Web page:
Temper Tantrums in the Air May Be Good For All Of Us

For indispensable reporting on the coronavirus crisis, the election, and more, subscribe to the Mother Jones Daily newsletter.


Three times makes it a trend!

Amy Fine wanted to nap on Delta flight 2370, from New York to Palm Beach, Fla., so she laid her head on the tray table. The passenger in front of her wanted to relax with some knitting. She reclined her seat — smacking Fine’s head and sparking an emotional explosion.

The resulting screaming match caused an unscheduled landing in Jacksonville, Fla., the third diversion in nine days caused by passenger fights over shrinking legroom.

My position is that the passengers getting into these fights are doing us all a favor. If this happens a few more times, nobody will ever recline their seat again for fear of causing a flight-diverting temper tantrum. Fear can be a wonderful motivator sometimes.

Of course, there are dynamic effects to be worried about here. If this continues, perhaps airlines will start disabling the recline mechanisms in their seats once and for all. Just not worth the trouble. And once they’ve done that, some bright spark will figure out that they can reduce legroom even more. And then we’ll all be worse off than before. No one will be able to recline and everybody will have their knees jammed into the seat in front of them. Something to look forward to.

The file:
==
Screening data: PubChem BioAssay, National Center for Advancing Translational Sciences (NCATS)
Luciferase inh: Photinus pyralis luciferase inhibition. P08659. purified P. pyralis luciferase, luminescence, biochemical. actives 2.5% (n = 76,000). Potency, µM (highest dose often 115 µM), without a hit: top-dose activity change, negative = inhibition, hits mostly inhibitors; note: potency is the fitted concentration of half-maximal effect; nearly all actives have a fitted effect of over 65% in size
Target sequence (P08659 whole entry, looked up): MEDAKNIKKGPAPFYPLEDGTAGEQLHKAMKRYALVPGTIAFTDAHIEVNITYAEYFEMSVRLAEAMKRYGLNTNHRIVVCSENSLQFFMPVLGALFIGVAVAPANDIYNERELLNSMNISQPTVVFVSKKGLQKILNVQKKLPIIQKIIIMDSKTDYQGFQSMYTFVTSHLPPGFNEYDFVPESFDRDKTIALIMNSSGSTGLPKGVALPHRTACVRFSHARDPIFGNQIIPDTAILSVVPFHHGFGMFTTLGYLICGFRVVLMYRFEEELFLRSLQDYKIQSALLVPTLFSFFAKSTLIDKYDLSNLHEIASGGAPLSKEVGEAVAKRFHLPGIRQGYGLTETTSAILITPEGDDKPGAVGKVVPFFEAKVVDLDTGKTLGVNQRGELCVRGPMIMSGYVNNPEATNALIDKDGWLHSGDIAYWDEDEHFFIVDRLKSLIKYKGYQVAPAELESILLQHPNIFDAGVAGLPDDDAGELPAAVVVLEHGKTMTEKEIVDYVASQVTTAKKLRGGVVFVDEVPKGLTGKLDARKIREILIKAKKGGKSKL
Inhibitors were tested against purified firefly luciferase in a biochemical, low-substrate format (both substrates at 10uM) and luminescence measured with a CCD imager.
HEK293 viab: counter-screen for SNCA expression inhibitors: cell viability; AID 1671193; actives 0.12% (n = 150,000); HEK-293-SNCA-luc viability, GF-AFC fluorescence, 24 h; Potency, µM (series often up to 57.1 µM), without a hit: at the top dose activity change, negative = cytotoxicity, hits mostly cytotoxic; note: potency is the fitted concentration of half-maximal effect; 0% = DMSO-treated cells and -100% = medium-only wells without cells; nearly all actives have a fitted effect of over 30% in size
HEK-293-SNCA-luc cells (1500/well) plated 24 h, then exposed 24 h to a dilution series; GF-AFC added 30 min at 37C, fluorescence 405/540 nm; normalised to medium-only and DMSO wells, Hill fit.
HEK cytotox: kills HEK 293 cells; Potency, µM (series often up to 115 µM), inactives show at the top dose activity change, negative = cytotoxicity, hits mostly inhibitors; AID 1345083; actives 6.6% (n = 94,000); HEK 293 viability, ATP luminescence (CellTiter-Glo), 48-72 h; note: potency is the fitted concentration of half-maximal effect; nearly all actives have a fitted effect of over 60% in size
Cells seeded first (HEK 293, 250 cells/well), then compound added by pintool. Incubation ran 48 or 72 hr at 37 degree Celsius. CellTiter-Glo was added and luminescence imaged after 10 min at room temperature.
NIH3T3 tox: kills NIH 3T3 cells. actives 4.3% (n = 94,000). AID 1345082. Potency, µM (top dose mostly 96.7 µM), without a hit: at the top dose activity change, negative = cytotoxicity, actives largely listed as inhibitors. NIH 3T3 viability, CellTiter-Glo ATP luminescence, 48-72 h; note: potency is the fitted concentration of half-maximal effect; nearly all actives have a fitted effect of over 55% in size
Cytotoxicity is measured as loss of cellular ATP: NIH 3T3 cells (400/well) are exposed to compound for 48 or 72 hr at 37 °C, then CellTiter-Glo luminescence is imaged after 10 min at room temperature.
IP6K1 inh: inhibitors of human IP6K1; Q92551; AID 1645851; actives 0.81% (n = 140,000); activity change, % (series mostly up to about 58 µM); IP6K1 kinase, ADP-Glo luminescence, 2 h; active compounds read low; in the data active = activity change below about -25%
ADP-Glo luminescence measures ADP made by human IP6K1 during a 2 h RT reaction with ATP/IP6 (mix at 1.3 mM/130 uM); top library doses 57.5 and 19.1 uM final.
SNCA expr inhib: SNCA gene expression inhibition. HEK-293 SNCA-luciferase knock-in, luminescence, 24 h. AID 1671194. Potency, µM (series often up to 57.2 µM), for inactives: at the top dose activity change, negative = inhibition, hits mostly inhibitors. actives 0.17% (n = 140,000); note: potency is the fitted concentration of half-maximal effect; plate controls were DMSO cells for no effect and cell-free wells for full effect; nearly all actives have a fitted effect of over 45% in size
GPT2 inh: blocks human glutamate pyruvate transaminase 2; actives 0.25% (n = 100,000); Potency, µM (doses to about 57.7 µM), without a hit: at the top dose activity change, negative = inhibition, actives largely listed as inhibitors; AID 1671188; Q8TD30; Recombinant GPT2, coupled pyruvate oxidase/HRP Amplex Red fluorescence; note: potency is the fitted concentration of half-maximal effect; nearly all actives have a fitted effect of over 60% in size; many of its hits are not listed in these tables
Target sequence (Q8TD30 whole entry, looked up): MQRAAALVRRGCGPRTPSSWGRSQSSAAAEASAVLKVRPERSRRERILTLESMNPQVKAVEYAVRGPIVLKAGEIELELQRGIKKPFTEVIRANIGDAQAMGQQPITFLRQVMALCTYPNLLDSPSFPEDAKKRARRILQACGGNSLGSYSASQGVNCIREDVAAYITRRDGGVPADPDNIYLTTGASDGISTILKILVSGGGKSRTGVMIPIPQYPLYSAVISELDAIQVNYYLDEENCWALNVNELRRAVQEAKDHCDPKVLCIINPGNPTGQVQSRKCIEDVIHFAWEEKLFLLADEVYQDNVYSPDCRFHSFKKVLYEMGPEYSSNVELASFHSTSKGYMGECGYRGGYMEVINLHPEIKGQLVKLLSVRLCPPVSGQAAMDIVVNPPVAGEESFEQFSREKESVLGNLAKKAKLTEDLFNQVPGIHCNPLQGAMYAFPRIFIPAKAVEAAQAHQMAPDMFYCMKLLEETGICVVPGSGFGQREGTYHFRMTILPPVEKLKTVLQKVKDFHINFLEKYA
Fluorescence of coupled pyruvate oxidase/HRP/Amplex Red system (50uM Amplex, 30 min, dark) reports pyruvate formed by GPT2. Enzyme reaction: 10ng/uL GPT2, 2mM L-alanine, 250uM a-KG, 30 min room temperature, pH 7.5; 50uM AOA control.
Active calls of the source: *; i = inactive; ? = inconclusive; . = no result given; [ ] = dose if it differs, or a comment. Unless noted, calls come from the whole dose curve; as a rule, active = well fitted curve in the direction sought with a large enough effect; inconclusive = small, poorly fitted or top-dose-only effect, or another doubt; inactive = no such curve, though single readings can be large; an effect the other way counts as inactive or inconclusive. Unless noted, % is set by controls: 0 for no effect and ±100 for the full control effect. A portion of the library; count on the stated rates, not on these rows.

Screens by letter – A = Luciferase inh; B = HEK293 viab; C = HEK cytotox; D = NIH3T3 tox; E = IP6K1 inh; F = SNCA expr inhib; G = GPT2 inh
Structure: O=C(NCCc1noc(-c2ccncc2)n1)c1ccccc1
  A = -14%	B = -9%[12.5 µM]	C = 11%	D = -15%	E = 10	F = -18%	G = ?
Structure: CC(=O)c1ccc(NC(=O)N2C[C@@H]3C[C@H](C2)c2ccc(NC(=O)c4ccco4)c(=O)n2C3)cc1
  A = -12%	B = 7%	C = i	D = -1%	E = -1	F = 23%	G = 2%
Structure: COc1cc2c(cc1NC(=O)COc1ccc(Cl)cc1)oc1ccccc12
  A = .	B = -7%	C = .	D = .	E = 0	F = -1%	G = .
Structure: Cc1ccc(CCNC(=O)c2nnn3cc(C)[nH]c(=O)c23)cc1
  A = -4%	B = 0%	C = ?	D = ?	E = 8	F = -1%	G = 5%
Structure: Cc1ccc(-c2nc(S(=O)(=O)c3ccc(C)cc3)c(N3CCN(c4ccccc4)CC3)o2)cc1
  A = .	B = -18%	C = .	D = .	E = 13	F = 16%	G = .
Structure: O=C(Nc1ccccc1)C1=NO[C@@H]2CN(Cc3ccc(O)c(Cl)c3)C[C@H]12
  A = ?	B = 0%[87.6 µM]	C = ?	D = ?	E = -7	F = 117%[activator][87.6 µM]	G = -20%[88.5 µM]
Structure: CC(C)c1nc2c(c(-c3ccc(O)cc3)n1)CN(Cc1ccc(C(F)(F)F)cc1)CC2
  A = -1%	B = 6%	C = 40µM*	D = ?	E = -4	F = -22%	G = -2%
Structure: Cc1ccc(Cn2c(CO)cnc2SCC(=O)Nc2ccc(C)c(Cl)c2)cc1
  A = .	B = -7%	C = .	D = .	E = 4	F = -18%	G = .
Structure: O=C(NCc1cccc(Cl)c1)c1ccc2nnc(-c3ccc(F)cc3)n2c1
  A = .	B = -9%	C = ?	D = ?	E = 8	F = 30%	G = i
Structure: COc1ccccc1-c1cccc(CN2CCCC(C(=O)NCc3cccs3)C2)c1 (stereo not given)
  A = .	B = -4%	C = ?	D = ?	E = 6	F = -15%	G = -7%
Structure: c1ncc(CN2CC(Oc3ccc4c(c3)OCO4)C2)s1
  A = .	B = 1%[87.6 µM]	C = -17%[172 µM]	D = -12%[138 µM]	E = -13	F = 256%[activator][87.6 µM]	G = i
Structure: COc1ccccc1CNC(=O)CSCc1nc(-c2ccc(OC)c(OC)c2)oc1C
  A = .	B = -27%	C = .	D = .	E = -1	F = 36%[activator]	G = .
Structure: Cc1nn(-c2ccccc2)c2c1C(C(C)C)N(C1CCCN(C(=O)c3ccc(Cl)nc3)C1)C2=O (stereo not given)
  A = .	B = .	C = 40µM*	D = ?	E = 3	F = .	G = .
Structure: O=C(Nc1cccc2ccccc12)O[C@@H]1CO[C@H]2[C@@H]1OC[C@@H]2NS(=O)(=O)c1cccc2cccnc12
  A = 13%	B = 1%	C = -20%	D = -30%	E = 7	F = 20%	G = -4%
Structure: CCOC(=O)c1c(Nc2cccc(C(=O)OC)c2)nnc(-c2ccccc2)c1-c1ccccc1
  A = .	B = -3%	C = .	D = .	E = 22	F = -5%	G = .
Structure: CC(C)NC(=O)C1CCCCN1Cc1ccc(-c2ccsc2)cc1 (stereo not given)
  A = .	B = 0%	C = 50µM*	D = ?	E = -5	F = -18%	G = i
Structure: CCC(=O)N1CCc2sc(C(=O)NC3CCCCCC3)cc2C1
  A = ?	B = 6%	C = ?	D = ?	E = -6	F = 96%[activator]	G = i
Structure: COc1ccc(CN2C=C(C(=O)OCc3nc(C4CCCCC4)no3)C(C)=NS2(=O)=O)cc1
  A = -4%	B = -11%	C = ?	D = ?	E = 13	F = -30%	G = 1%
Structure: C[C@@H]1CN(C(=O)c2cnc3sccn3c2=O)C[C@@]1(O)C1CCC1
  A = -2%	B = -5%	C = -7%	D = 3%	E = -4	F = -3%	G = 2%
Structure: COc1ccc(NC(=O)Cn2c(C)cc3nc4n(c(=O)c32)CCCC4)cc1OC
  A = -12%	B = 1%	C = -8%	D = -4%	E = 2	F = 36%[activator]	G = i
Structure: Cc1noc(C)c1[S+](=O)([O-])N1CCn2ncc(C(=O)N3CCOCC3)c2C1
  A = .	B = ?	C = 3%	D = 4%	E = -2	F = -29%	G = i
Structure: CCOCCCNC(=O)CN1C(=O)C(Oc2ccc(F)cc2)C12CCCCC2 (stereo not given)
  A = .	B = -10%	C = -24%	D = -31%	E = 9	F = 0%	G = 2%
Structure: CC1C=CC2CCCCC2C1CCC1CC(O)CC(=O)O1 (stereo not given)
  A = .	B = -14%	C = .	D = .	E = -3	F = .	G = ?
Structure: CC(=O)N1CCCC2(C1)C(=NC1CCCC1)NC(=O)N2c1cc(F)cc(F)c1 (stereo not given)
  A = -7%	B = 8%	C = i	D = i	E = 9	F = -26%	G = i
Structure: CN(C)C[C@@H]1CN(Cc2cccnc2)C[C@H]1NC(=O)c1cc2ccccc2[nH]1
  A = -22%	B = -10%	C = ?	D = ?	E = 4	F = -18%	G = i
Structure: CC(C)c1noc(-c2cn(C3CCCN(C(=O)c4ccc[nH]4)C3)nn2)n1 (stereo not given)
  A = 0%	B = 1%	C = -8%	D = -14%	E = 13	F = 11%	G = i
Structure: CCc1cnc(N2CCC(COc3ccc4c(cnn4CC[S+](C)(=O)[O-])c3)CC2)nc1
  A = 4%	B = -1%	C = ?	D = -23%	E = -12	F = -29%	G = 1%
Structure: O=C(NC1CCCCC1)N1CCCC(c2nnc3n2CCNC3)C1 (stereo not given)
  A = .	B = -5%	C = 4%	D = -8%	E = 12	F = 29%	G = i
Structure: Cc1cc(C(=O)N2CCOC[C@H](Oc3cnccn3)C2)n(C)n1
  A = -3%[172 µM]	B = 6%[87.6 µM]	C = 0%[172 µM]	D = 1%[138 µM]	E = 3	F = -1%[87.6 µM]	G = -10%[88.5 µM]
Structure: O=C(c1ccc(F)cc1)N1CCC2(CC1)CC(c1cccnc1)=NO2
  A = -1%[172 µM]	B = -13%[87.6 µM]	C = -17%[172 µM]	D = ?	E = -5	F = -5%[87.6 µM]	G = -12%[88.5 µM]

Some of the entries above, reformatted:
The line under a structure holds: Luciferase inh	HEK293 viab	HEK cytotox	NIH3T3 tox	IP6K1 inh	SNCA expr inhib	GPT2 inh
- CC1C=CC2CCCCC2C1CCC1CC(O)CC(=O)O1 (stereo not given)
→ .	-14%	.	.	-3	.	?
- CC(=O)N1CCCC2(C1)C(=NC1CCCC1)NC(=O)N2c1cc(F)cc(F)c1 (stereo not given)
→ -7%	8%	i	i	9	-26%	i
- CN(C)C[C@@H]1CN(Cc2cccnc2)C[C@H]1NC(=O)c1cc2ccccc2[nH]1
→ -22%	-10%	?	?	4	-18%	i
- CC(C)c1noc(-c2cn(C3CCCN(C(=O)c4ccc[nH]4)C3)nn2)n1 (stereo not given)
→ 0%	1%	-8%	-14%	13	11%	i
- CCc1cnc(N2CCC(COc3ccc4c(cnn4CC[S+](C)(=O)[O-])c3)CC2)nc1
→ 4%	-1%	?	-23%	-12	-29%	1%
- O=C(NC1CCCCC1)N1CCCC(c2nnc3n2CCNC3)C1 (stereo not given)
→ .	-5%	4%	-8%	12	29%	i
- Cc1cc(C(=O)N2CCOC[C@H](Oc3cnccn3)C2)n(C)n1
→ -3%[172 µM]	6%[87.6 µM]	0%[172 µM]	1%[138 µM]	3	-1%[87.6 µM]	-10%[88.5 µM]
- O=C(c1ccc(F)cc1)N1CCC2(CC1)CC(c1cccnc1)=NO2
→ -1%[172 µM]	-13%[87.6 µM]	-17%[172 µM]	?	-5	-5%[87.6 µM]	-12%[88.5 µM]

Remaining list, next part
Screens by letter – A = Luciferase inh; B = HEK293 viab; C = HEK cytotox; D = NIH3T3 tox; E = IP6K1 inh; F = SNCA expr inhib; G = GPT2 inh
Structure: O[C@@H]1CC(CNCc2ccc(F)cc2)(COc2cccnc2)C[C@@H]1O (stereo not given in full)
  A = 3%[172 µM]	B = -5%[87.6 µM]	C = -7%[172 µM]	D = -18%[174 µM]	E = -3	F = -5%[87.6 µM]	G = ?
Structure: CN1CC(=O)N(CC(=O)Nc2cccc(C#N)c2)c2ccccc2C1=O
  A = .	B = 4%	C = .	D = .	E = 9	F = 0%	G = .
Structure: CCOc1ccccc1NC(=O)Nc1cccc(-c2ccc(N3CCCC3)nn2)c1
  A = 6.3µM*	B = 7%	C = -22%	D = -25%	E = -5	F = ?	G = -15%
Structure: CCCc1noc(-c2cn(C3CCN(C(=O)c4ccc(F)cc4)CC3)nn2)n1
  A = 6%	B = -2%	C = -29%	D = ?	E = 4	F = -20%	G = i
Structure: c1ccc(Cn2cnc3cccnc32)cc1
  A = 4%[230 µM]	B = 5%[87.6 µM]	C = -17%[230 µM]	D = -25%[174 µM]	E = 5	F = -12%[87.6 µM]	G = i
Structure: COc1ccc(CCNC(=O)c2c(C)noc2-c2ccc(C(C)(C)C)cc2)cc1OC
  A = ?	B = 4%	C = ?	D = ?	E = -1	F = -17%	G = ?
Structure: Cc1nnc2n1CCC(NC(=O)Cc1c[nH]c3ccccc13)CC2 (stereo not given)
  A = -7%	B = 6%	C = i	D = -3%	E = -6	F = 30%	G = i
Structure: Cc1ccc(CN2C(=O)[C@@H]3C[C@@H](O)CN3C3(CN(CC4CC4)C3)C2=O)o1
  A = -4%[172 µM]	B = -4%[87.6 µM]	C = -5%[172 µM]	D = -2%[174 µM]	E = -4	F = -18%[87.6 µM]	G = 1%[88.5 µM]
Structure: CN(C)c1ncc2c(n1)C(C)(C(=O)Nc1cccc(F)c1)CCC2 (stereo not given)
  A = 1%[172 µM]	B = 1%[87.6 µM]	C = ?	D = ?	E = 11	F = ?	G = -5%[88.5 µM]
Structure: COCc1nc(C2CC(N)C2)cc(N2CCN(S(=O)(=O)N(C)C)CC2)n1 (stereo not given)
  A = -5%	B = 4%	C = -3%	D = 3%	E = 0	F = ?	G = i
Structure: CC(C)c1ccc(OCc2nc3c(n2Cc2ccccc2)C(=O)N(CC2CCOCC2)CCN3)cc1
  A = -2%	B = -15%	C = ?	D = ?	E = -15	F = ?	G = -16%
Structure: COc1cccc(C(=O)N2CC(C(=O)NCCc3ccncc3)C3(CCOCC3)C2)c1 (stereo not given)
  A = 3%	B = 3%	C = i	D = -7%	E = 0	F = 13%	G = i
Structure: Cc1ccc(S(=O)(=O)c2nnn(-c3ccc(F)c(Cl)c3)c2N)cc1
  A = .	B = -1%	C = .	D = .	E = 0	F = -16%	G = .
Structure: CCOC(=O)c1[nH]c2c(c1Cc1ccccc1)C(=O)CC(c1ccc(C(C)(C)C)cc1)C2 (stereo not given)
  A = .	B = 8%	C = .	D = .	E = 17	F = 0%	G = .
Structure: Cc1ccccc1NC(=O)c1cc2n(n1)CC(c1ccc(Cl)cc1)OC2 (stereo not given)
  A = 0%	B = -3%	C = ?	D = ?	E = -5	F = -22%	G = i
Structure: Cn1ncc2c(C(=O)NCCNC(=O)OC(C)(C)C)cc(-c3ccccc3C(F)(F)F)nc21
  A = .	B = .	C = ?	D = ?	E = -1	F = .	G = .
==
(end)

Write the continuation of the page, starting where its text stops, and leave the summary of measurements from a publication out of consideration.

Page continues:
DOES IT FEEL LIKE POLITICS IS AT A BREAKING POINT?

Headshot of Editor in Chief of Mother Jones, Clara Jeffery

It sure feels that way to me, and here at Mother Jones, we’ve been thinking a lot about what journalism needs to do differently, and how we can have the biggest impact.

We kept coming back to one word: corruption. Democracy and the rule of law being undermined by those with wealth and power for their own gain. So we're launching an ambitious Mother Jones Corruption Project to do deep, time-intensive reporting on systemic corruption, and asking the MoJo community to help crowdfund it.

We aim to hire, build a team, and give them the time and space needed to understand how we got here and how we might get out. We want to dig into the forces and decisions that have allowed massive conflicts of interest, influence peddling, and win-at-all-costs politics to flourish.

It's unlike anything we've done, and we have seed funding to get started, but we're looking to raise $500,000 from readers by July when we'll be making key budgeting decisions—and the more resources we have by then, the deeper we can dig. If our plan sounds good to you, please help kickstart it with a tax-deductible donation today.

Thanks for reading—whether or not you can pitch in today, or ever, I'm glad you're with us.

Signed by Clara Jeffery

Clara Jeffery, Editor-in-Chief

We Recommend

Latest